Abstract: Despite the huge evidence documenting the relevance of inclusive political institutions and a culture of cooperation, we still lack a framework that identifies their origins and interaction. In a model in which an elite and a citizenry try to cooperate in consumption risk-sharing and investment, we show that a rise in the investment value encourages the elite to introduce more inclusive political institutions to convince the citizenry that a sufficient part of the returns on joint investments will be shared. In addition, accumulation of culture rises with the severity of consumption risk if this is not too large and thus cheating is not too appealing. Finally, the citizenry may over-accumulate culture to credibly commit to cooperate in investment when its value falls and so inclusive political institutions are at risk. These predictions are consistent with the evolution of activity-specific geographic factors, monasticism, and political institutions in a panel of 90 European regions spanning the 1000-1600 period. Evidence from several identification strategies suggests that the relationships we uncover are causal.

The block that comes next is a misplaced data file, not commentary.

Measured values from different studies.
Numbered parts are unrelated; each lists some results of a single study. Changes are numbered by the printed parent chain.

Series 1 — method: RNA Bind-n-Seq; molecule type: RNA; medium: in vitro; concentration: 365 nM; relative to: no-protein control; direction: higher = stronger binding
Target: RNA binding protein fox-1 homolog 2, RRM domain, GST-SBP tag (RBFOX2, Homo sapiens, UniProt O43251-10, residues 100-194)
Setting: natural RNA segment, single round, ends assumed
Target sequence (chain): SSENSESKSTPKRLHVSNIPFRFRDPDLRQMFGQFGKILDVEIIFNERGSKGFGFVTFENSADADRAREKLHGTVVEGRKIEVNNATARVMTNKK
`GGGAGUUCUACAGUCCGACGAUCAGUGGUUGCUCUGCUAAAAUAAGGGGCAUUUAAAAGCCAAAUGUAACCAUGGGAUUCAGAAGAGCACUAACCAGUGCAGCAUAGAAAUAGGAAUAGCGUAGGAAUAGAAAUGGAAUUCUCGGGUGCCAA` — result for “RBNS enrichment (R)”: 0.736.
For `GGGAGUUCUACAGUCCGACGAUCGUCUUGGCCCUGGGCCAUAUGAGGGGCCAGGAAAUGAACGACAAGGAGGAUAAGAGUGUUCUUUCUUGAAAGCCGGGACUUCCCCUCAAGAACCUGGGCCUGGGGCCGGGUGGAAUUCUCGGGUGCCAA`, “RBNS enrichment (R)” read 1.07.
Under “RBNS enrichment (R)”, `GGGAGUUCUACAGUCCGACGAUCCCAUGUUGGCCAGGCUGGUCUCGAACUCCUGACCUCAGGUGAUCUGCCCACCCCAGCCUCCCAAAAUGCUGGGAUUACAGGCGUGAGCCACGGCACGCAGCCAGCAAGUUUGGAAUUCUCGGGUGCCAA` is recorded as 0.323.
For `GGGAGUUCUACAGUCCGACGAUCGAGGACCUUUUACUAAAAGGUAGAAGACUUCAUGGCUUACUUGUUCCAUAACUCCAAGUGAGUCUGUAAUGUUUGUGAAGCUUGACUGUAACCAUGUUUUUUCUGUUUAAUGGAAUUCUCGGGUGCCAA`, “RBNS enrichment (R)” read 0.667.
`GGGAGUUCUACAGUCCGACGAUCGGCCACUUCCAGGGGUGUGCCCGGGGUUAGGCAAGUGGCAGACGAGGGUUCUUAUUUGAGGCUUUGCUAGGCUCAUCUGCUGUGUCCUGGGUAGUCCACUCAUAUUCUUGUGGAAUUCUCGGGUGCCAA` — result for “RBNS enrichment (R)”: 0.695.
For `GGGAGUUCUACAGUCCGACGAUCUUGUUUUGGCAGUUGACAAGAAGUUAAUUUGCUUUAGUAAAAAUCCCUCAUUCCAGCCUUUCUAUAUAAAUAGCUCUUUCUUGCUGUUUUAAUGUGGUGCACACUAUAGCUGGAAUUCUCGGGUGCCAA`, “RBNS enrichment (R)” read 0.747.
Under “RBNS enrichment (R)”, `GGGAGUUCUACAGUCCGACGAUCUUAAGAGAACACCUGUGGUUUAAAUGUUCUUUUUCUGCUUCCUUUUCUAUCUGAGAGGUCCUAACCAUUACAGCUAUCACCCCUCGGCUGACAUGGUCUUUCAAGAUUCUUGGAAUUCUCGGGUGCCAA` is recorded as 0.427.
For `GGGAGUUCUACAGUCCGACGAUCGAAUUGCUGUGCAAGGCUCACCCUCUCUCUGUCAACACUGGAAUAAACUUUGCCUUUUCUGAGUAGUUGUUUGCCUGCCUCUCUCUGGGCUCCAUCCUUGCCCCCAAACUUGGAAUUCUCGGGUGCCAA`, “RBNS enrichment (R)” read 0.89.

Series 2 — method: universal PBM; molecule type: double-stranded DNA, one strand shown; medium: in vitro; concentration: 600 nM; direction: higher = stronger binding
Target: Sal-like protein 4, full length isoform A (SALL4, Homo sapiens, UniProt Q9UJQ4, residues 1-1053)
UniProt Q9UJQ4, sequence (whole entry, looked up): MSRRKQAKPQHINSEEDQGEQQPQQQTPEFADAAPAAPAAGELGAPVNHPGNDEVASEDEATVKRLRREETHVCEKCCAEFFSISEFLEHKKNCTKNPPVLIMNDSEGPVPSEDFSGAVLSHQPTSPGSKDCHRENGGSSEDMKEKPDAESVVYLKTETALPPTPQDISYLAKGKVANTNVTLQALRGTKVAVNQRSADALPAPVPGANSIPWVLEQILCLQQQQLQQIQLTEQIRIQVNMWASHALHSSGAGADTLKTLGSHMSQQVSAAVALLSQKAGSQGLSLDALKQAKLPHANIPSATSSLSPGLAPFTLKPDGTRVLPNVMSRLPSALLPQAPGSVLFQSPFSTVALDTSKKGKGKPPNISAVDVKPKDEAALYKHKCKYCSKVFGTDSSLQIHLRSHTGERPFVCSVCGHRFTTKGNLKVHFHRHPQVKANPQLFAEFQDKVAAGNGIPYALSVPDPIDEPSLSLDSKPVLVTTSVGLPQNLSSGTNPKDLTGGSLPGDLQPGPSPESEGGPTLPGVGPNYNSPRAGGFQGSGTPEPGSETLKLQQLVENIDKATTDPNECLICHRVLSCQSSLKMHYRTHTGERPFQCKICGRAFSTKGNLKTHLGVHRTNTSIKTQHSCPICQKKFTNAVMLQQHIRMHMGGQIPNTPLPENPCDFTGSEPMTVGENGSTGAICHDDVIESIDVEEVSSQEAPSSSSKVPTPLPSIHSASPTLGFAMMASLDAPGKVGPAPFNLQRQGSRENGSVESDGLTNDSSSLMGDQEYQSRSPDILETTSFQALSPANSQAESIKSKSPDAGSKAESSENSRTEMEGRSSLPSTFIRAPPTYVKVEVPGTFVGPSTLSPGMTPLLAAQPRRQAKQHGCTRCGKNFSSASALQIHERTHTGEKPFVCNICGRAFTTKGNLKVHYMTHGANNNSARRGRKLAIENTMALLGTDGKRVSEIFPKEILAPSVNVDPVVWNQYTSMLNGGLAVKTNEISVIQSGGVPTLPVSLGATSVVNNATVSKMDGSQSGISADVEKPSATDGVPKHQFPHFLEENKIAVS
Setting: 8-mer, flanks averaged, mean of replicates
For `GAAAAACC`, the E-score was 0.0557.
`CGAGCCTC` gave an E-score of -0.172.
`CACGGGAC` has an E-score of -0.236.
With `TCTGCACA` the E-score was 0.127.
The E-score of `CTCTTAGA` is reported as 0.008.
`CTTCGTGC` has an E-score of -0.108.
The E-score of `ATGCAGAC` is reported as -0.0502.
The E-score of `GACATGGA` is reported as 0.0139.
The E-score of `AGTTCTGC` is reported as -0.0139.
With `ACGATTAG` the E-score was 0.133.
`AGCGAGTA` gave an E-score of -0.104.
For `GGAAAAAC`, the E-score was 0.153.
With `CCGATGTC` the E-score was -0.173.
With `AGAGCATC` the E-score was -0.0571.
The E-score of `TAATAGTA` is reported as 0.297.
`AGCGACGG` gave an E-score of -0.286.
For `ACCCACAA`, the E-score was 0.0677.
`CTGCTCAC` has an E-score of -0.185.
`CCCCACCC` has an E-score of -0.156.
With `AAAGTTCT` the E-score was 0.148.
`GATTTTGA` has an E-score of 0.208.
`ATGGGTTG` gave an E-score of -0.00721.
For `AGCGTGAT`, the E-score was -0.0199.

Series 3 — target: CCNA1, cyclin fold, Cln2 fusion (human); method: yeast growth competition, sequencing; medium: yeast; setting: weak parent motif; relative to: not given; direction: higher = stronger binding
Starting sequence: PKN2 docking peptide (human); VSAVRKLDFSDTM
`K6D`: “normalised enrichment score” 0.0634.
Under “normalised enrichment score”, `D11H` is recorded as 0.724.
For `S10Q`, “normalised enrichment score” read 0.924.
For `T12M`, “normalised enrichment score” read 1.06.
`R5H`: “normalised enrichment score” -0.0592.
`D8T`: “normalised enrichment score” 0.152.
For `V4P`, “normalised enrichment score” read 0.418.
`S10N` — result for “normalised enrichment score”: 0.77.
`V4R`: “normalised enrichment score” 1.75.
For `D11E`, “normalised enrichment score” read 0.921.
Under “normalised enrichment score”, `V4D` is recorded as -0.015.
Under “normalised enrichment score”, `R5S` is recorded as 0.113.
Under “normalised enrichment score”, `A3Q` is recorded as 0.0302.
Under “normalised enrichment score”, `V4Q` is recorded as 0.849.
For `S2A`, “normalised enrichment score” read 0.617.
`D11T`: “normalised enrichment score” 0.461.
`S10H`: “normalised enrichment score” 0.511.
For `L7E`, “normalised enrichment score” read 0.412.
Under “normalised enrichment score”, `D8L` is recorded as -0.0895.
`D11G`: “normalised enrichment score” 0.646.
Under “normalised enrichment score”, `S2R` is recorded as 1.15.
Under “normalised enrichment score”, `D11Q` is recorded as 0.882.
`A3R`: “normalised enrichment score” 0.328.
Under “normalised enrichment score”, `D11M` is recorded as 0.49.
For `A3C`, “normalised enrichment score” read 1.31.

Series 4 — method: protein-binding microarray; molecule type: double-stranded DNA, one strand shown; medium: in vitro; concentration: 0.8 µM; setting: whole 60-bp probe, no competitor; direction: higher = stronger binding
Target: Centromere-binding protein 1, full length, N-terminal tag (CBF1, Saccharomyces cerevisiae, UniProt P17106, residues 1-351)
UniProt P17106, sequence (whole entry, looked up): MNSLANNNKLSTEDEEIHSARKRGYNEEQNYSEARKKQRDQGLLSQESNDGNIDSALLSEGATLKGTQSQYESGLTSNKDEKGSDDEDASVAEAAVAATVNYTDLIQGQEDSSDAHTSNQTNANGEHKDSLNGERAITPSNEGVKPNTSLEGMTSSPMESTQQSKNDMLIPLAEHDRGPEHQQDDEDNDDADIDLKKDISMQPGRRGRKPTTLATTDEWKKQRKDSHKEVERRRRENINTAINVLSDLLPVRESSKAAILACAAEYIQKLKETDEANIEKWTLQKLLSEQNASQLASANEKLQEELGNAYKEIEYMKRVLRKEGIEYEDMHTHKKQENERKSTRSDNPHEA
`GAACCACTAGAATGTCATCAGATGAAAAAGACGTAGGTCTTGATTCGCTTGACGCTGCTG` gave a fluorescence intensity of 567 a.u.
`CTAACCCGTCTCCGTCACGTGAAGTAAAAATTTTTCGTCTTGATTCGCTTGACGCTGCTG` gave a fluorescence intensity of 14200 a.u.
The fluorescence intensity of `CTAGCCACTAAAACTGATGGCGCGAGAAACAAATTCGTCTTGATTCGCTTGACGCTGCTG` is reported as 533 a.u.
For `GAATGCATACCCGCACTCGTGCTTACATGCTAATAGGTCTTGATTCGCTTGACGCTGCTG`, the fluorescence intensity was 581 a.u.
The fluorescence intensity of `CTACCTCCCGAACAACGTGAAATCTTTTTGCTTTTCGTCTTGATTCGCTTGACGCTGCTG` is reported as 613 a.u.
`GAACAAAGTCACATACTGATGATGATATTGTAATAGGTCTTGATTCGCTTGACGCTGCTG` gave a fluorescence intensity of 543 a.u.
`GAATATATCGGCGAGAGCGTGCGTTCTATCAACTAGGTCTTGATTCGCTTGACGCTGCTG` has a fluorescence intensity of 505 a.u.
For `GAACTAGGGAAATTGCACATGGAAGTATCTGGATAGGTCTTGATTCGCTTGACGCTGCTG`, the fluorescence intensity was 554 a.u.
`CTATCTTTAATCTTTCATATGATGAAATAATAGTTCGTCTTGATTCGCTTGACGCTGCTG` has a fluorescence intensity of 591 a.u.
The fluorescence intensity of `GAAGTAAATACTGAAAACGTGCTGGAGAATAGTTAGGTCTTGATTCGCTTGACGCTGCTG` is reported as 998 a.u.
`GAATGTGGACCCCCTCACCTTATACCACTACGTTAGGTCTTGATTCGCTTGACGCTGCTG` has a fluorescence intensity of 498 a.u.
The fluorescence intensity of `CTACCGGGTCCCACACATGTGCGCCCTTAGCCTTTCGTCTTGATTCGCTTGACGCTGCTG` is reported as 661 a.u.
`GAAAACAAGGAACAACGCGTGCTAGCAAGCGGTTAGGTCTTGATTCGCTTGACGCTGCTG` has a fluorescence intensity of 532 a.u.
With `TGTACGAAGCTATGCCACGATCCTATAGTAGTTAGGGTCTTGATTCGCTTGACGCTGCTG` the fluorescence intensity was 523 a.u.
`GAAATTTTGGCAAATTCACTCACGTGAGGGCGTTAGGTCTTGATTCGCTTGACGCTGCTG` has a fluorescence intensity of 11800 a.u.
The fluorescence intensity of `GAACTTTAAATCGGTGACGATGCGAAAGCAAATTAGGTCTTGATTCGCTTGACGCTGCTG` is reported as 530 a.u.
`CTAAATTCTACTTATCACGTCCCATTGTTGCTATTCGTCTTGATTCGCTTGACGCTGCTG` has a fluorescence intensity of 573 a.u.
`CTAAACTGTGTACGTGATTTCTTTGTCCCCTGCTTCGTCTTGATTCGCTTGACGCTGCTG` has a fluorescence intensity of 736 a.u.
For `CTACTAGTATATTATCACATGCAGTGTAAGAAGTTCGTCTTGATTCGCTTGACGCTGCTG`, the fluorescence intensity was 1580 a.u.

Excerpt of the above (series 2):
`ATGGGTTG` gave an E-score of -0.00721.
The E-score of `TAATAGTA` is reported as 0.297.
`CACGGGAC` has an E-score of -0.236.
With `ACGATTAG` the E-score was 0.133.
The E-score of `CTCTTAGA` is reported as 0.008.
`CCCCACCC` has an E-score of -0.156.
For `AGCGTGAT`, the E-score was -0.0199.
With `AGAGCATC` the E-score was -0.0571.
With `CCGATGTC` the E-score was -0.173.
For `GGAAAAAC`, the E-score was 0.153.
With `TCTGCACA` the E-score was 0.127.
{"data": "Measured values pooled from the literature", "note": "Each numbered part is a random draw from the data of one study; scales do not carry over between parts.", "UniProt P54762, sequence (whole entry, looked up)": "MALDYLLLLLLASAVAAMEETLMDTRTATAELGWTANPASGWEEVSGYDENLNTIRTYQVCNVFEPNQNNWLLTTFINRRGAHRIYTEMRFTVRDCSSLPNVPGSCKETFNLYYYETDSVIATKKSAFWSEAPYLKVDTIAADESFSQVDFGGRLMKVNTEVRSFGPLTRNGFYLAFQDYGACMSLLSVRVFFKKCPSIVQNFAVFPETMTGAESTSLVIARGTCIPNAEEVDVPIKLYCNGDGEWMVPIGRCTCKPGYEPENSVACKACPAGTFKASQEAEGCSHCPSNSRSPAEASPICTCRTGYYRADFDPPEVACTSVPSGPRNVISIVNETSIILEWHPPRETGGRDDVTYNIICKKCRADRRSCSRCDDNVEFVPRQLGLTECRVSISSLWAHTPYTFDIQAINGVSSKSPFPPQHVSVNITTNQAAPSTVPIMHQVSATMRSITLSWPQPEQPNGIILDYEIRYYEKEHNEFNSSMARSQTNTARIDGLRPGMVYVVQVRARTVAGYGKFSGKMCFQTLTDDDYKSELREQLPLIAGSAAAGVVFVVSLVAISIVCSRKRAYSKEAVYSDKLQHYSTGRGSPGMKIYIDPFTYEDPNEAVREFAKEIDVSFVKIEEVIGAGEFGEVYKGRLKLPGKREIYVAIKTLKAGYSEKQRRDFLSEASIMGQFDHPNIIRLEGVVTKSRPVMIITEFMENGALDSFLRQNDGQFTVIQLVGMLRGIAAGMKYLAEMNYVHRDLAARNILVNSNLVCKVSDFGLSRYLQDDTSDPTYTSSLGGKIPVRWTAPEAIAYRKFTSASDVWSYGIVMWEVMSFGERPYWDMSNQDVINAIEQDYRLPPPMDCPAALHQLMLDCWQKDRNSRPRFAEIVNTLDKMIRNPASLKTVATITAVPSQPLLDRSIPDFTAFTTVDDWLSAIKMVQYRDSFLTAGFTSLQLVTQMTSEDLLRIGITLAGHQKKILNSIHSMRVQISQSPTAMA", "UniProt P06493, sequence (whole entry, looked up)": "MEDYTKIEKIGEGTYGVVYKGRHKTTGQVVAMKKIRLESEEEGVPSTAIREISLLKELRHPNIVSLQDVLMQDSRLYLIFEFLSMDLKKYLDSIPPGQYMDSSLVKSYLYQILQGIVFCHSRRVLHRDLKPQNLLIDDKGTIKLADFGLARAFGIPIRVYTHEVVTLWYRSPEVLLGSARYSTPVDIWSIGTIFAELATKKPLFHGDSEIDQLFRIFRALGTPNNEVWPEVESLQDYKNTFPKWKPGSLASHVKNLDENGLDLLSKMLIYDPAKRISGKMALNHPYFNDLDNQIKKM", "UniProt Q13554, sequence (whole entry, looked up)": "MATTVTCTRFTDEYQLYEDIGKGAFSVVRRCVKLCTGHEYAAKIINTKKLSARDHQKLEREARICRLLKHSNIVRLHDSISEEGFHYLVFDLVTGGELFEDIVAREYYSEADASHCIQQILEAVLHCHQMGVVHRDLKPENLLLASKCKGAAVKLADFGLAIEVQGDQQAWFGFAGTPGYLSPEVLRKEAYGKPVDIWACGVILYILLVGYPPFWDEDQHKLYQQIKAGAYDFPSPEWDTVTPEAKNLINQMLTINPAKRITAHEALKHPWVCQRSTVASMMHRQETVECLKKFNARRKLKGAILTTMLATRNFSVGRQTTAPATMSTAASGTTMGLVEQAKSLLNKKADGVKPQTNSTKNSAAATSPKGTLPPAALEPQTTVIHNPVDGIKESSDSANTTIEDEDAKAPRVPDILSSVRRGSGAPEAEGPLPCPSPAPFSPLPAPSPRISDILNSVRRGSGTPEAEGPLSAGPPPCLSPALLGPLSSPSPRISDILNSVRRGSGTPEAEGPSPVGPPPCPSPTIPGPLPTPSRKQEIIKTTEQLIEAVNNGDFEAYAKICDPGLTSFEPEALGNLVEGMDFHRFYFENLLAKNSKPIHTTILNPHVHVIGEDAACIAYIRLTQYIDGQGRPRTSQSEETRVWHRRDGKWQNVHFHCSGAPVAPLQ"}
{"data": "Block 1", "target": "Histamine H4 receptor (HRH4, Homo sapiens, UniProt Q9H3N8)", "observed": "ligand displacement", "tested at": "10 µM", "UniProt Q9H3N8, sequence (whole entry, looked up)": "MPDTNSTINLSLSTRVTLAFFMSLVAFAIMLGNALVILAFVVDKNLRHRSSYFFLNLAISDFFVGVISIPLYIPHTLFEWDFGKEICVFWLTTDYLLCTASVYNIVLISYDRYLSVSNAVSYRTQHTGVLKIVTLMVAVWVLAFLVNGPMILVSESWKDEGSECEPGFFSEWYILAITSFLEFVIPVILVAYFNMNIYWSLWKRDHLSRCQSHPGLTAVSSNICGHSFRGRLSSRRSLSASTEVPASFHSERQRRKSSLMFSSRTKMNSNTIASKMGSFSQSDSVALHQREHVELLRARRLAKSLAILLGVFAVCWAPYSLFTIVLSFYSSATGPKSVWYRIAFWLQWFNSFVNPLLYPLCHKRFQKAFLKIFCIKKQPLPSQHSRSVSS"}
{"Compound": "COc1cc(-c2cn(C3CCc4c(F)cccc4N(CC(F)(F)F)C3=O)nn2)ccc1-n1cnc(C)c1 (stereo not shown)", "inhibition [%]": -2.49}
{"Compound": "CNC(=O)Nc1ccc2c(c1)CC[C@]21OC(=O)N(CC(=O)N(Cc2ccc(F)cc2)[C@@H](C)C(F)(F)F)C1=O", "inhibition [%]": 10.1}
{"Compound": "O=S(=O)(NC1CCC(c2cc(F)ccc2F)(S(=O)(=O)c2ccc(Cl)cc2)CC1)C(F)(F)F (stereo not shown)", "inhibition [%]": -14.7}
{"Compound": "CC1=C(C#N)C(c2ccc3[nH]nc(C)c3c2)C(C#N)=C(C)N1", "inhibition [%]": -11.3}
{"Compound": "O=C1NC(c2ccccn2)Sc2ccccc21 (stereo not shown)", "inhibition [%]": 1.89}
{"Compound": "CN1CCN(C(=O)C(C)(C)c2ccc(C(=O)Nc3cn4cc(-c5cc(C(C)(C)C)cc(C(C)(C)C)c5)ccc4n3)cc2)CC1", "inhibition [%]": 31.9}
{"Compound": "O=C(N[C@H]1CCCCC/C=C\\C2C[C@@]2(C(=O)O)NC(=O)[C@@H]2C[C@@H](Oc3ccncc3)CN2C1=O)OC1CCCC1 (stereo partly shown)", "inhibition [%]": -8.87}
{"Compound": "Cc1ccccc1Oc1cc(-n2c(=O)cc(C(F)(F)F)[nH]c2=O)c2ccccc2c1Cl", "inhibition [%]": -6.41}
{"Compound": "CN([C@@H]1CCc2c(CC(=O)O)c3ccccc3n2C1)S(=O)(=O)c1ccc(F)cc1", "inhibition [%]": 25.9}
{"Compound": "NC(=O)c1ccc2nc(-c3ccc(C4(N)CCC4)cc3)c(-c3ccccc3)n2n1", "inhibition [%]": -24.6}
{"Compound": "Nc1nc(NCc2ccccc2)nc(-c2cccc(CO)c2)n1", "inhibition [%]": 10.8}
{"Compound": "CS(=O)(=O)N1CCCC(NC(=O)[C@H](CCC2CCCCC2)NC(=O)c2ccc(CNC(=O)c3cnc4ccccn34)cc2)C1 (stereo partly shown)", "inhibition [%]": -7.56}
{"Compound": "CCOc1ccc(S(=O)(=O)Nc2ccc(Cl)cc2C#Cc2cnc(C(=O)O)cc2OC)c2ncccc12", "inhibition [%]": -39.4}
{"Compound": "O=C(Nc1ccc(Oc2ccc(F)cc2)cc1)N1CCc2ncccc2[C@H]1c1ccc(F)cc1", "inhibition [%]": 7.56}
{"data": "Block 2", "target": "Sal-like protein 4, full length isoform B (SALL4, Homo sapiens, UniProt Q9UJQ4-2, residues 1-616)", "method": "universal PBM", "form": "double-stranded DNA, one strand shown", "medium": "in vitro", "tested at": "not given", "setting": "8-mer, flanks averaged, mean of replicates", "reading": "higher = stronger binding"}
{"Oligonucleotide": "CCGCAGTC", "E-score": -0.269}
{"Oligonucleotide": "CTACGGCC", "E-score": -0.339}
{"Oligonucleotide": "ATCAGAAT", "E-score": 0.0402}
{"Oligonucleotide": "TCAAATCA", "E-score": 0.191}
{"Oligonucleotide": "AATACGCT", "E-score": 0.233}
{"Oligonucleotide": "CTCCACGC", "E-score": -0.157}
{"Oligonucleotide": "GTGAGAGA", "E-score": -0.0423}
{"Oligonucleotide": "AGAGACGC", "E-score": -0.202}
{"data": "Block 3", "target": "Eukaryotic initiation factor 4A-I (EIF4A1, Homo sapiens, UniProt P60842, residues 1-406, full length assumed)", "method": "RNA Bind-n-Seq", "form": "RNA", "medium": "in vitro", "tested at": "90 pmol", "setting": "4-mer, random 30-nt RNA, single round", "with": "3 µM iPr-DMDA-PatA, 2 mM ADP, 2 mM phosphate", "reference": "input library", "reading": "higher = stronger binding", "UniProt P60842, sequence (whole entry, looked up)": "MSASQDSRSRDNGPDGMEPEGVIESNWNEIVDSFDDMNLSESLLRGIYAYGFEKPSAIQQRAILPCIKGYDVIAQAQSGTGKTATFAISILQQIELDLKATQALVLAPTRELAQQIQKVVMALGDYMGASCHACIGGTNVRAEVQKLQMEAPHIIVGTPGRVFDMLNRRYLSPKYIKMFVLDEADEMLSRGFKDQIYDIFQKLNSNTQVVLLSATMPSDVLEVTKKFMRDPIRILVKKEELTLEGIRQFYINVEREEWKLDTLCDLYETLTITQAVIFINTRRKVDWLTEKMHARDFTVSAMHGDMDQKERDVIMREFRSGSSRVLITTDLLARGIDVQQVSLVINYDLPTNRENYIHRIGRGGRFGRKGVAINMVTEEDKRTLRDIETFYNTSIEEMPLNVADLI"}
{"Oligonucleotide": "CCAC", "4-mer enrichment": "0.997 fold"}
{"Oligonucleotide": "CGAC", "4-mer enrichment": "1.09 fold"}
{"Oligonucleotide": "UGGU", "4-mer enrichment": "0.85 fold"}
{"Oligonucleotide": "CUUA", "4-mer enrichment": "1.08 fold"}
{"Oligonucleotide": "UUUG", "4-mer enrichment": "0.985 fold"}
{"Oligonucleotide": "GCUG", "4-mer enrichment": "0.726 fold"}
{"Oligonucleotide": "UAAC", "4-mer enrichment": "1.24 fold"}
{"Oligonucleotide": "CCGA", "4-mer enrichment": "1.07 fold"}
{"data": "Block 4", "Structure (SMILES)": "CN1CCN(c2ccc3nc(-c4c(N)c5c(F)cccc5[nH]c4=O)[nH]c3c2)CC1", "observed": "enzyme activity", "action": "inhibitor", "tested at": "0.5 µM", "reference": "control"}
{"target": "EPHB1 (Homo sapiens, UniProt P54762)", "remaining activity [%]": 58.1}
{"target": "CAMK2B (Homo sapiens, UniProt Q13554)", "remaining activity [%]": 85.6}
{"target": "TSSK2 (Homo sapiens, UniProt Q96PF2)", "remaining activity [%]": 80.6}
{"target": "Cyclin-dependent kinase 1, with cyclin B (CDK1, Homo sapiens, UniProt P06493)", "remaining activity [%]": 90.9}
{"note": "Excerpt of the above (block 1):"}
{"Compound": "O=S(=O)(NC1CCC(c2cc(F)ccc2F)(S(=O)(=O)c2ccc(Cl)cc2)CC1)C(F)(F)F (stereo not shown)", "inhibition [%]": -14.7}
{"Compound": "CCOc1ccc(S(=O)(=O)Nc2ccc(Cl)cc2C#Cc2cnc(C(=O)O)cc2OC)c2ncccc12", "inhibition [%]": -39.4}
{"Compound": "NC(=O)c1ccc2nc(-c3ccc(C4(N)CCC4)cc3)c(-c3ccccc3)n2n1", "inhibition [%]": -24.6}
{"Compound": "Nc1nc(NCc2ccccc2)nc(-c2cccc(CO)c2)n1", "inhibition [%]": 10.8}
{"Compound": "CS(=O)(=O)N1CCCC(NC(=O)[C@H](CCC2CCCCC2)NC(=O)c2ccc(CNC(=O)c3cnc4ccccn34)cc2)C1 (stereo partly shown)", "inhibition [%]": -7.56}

Keywords: Geography; Democracy; Culture; Development.
    JEL: H1 O1 Z1
    Date: 2012–07–11
  3. By: Raul V. Fabella (School of Economics, University of the Philippines Diliman; National Academy of Science and Technology)